Posted Tuesday 01 Nov 2022
Commissioned by Warner Bros. Discovery (Three), New Zealand, this beautifully filmed wildlife conservation series follows the vital work being undertaken by Auckland Zoo professionals as they rescue, rehabilitate and protect endangered animals inside the Zoo and out into the stunning wilds of Aotearoa New Zealand. Screening on Three Now each 30 minute episode follows some of the Zoo’s 200 specialists and their work - from helping to care for one of the world’s rarest frogs and the only alpine parrot, to saving one of the largest insects on the planet.
WIFT NZ talked to Wild Heroes co-creator, producer and director Juanita Edwards of Magnetic Pictures.
How and why did you get involved in this project?
JE: Brian Holland, co-founder of Magnetic Pictures and I have been developing this project for several years in partnership with Auckland Zoo and Warner Bros. Discovery New Zealand. Our aim was to create a wildlife Zoo series that knocked this genre out of the park in terms of the quality of production and strength of storytelling. Also to lift the lid on what it means to be a modern Zoo today and a wildlife organisation that is deeply committed to saving and sustaining our native taonga. Unique to Wild Heroes many of our stories take us out of the Zoo grounds to follow vital Zoo supported conservation projects in the wild. We also shine a light on the many hands coming together to do this work with the Zoo including iwi, communities and organisations.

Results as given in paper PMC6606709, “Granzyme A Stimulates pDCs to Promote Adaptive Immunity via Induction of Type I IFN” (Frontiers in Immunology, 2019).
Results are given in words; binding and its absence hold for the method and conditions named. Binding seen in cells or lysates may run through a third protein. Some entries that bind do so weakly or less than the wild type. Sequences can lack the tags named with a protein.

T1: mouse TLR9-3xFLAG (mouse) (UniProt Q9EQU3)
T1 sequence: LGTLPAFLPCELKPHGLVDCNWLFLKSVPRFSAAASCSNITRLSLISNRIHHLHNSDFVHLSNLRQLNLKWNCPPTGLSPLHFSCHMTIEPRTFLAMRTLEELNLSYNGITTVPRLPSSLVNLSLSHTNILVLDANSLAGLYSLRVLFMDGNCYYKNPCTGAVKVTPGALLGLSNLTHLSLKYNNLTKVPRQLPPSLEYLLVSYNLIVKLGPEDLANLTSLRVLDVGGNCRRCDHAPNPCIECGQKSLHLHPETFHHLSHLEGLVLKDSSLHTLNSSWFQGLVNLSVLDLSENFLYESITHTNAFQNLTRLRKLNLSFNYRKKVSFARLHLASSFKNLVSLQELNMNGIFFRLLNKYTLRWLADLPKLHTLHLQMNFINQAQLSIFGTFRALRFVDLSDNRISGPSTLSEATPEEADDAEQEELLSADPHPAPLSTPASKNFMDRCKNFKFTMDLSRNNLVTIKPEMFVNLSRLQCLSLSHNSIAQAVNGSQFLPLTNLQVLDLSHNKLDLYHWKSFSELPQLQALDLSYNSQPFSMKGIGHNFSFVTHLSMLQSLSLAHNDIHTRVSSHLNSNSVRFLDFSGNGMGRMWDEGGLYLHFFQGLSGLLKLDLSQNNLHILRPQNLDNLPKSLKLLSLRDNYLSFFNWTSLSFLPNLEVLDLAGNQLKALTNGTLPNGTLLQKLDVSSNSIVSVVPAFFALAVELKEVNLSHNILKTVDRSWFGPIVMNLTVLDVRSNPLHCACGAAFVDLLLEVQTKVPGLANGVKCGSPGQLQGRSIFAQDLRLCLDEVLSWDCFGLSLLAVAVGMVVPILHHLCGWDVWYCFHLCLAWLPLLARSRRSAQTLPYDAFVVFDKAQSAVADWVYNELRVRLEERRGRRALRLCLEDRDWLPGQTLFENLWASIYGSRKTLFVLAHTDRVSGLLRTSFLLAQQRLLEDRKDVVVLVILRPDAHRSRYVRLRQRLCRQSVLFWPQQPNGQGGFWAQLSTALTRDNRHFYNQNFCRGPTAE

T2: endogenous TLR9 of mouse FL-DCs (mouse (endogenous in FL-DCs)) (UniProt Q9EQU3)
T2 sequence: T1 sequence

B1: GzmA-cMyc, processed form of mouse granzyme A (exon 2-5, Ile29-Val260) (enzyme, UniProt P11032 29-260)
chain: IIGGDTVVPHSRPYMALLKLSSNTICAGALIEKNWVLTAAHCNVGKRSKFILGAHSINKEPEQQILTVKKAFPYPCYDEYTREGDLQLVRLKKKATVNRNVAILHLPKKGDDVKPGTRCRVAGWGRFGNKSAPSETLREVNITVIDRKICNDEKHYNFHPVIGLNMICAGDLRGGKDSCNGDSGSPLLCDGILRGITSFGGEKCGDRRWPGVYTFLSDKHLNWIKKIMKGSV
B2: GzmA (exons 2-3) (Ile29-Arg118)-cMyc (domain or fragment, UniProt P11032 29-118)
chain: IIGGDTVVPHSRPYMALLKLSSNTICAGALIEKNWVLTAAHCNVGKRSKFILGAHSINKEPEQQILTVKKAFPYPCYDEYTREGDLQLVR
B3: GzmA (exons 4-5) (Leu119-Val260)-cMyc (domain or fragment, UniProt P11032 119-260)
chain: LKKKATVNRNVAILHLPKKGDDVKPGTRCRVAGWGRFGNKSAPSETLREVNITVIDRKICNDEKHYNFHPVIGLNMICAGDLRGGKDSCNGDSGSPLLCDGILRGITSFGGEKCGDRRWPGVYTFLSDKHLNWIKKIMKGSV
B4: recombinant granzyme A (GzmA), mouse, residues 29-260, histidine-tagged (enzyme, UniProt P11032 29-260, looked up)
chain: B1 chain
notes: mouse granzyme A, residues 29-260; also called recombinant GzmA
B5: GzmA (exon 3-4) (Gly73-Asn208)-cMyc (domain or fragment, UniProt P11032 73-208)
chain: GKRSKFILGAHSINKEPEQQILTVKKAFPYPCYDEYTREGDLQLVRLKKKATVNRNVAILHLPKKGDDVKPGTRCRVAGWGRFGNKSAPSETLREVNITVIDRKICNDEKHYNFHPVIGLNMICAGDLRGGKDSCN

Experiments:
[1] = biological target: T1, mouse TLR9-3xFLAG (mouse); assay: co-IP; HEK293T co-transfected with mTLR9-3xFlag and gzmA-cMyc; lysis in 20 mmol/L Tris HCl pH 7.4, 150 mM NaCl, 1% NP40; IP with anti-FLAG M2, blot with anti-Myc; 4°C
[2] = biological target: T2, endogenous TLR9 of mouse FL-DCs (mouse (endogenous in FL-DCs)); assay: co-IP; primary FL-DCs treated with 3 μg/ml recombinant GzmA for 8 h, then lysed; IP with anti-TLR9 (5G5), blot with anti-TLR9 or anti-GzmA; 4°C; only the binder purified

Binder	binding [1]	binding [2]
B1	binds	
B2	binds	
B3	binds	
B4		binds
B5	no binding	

What were some of the main challenges involved and how did you overcome them?
JE: Starting the production of a wildlife series in February of this year, in traffic light red was an enormous challenge. The health and safety protocols and practises we needed to develop and manage to protect our crew, Zoo teams (essential workers) and the animals was incredible…. if a Zoo professional does need to isolate for days there are very few people capable of covering their specialist skills so we had to be incredibly cautious. And then ultimately not show any of this on screen, how do we tell this story in a compelling way from a ’safe distance’, how do we not date the project that it was filmed during COVID. We learnt a lot and very quickly!
What do you think audiences will respond/relate to most?
JE: I hope they love the way we have tried to give them a very different experience from visiting the Zoo. The incredible drone footage that flies through habitats, takes us high into the canopy, and behind the scenes to reveal the inner working of the Zoo or macro lens filming that gives us the chance to appreciate animals as never before. I hope they see many of our lesser known or understood native species in new and exciting ways like skinks, geckos and wētāpunga. I think audiences will love the Zoo experts as much as the animals and will find their passion and dedication utterly infectious! Its been such a privilege to walk alongside these wonderful people absolutely committed to saving and protecting our most vulnerable animals.
Watch on Three Now, and on Saturdays on Three at 7pm.